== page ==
Japan Geoscience Union Meeting 2016

Presentation information

International Session (Oral)

Symbol S (Solid Earth Sciences) » S-CG Complex & General

[S-CG20] Intermediate-depth and deep earthquakes: their origins and material properties of subducting slabs

Tue. May 24, 2016 9:00 AM - 10:30 AM 201A (2F)

Convener:*Keiko Kuge(Department of Geophysics, Graduate School of Science, Kyoto University), Saeko Kita(National Research Institute for Earth Science and Disaster Prevention), Alexandre Schubnel(CNRS), Geoffrey Abers(Cornell University, Department of Earth and Atmospheric Sciences, New York, USA), Chair:Keiko Kuge(Department of Geophysics, Graduate School of Science, Kyoto University), 国立研究開発法人 防災科学技術研究所

9:45 AM - 10:00 AM

[SCG20-04] Static and dynamic parameters of deep earthquakes from global seismic data

*Piero Poli1 (1.EAPS MIT, Camrbidge USA)

Keywords:Deep and intermediate depth earthquakes, Seismology, P waves

We study the radiated energy and rupture duration for more than 500 deep and intermediate depth earthquakes (depth>50km and M>5.5). The average source time function is obtained by stacking broadband P-wave pulses recorded globally and used to measure the rupture durations, by comparing alternative versions of the same waveform. The radiated energy is obtained by integration of velocity spectrum observed at each station and corrected for radiation pattern and propagation effects.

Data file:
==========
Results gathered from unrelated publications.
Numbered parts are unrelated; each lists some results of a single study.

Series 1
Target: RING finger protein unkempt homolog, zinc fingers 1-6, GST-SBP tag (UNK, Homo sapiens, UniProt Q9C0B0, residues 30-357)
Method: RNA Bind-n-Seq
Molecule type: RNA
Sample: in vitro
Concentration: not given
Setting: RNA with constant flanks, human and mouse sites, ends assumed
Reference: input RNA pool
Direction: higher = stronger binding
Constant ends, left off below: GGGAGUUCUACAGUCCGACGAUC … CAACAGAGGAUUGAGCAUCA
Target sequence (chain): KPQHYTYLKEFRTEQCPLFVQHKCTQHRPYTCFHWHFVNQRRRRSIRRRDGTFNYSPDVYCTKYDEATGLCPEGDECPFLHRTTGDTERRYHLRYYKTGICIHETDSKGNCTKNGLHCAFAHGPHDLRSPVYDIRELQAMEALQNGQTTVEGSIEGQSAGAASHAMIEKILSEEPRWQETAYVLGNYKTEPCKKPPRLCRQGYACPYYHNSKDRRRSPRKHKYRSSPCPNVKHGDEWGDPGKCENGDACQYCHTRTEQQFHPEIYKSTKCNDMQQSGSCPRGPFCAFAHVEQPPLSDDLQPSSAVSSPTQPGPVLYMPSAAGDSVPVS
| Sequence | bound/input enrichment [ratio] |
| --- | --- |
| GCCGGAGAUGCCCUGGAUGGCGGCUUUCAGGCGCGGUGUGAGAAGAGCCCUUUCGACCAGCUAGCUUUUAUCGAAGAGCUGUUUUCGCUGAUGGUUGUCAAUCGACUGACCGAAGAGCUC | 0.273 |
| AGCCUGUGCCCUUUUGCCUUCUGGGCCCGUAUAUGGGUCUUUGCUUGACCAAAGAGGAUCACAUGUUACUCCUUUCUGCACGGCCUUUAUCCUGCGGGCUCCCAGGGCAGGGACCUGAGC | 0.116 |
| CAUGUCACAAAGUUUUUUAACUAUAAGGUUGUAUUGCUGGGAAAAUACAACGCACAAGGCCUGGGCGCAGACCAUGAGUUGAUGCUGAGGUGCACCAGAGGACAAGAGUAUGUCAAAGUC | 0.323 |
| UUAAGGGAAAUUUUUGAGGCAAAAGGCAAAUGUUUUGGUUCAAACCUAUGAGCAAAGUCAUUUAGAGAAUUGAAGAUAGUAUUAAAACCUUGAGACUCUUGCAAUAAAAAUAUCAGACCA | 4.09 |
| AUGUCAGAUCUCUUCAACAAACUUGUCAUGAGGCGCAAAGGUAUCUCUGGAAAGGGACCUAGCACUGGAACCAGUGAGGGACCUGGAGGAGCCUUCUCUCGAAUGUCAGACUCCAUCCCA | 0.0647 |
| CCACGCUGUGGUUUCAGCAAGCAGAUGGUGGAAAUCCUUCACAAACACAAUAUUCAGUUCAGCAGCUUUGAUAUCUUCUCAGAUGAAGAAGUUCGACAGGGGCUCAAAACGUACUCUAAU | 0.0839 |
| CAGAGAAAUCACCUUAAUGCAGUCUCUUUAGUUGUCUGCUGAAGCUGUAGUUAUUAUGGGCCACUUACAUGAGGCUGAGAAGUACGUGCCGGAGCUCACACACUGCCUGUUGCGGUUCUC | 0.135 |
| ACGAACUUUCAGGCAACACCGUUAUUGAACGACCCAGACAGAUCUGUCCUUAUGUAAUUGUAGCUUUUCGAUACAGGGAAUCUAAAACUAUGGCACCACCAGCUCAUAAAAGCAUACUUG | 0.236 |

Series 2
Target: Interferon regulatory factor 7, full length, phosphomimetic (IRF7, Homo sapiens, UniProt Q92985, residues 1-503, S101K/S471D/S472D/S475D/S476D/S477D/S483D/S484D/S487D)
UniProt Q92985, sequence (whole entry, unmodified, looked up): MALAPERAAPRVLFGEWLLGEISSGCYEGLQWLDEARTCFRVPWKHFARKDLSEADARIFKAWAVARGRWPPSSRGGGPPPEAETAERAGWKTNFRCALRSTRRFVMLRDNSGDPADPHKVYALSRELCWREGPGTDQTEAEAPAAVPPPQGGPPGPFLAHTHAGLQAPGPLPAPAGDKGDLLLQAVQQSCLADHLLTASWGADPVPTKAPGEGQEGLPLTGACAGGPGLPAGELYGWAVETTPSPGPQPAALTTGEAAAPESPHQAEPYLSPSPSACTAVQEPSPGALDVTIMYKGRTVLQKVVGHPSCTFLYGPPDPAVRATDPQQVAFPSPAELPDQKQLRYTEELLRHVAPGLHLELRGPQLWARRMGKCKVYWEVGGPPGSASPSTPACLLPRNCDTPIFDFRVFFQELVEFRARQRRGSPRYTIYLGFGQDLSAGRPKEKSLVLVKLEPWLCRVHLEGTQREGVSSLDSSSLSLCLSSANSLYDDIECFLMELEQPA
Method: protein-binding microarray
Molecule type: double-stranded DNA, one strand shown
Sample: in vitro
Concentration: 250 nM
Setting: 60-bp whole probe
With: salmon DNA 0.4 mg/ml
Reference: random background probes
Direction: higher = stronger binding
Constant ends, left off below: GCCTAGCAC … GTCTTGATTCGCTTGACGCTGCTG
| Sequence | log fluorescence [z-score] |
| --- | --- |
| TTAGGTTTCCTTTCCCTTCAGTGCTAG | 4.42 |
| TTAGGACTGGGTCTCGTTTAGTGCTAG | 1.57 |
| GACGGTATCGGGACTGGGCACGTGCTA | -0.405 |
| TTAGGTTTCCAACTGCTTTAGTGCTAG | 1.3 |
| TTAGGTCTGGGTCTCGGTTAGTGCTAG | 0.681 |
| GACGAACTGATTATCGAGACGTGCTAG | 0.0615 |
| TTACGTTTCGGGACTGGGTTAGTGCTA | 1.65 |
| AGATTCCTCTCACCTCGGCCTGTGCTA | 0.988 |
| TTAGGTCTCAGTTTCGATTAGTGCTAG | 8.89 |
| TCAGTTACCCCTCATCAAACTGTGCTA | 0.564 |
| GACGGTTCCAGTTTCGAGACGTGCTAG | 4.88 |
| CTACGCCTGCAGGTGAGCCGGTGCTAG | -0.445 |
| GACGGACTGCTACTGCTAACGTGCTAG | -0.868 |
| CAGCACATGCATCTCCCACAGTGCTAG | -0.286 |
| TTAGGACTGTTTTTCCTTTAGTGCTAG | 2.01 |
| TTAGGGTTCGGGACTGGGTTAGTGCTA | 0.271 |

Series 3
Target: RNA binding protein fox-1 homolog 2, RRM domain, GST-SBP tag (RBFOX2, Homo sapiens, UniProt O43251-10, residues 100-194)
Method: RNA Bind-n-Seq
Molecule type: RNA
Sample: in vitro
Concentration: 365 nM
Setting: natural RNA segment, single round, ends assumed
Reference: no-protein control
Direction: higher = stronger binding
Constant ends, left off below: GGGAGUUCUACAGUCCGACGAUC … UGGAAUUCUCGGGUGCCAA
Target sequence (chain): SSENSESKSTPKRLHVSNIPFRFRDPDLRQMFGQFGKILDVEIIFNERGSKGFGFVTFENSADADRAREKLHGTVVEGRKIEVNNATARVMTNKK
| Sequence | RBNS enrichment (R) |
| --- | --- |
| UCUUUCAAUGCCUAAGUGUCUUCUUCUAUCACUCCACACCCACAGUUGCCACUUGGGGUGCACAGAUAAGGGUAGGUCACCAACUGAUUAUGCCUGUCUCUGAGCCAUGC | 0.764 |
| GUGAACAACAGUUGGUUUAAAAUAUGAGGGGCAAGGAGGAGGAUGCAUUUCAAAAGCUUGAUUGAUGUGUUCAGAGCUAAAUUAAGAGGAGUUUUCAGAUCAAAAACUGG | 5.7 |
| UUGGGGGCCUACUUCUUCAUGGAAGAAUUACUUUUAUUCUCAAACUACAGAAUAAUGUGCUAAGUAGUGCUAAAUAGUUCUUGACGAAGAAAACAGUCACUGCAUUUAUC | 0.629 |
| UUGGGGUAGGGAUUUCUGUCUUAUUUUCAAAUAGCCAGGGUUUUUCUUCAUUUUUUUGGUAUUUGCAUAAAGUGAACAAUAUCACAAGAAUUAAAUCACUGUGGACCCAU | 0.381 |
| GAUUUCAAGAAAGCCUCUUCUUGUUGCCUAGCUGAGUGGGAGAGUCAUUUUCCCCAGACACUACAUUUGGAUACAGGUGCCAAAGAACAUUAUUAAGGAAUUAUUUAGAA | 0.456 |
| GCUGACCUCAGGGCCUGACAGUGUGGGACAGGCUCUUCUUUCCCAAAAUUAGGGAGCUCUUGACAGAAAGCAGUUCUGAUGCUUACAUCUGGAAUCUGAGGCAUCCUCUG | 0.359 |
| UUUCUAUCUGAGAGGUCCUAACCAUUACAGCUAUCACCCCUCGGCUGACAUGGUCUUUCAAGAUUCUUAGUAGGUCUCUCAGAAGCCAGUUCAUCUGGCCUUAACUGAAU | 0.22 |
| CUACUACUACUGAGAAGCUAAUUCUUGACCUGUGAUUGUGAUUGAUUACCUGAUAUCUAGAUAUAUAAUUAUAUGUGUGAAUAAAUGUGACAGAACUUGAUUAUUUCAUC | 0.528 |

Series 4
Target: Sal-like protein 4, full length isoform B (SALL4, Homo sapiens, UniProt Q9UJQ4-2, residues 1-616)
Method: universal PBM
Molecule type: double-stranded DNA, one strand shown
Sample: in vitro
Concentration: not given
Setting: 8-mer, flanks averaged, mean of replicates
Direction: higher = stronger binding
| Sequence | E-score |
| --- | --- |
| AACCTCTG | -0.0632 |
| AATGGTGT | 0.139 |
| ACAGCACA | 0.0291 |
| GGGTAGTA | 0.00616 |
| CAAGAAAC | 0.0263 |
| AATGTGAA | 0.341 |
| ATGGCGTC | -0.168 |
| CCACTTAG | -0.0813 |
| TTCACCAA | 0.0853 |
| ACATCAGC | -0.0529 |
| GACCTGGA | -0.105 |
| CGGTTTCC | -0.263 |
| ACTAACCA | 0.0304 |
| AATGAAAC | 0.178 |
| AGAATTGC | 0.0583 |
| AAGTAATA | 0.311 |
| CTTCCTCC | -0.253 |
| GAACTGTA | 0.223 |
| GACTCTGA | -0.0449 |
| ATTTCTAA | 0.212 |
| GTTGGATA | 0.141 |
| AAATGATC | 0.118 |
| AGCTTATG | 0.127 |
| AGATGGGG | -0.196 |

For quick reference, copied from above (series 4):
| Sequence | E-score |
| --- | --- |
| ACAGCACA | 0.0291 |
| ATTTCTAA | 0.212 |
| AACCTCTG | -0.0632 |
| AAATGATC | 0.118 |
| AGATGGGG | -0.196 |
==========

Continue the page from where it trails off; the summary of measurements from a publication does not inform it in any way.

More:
The global analysis of the rupture duration show how beyond the scattering of the scaled duration seen on the data, the depth reduction of the duration can principally be explained by incremental shear velocity with depth. Furthermore, the duration to moment comparison shows how 1/3 scaling is not valid for deep seismicity, suggesting a difference in dynamic for small and large events. The existence of a different scaling law is further corroborated by the analysis of scaled energy, which is not constant as function of moment.
The radiated energy and rupture duration are combined to derive stress drop, apparent stress, efficiency and other parameters of the rupture. The global analysis of these parameters suggests how deep and intermediate depth events are systematically different from shallow earthquakes. We further derive rupture velocity for some of the studied events, to get further information on the dynamic properties of the rupture process.
Coherent variation of the derived rupture parameters are seen when along strike events are analyzed by clusters, suggesting how deep earthquakes cannot be reduced in a single group, while a diversity of deep and intermediate depth earthquakes should exists. Comparison of our measures with independent geophysical properties of slabs as plate age, thermal parameter and convergence rate is done, in order to unravel any possible relation between the subudction zone style and its associated seismicity.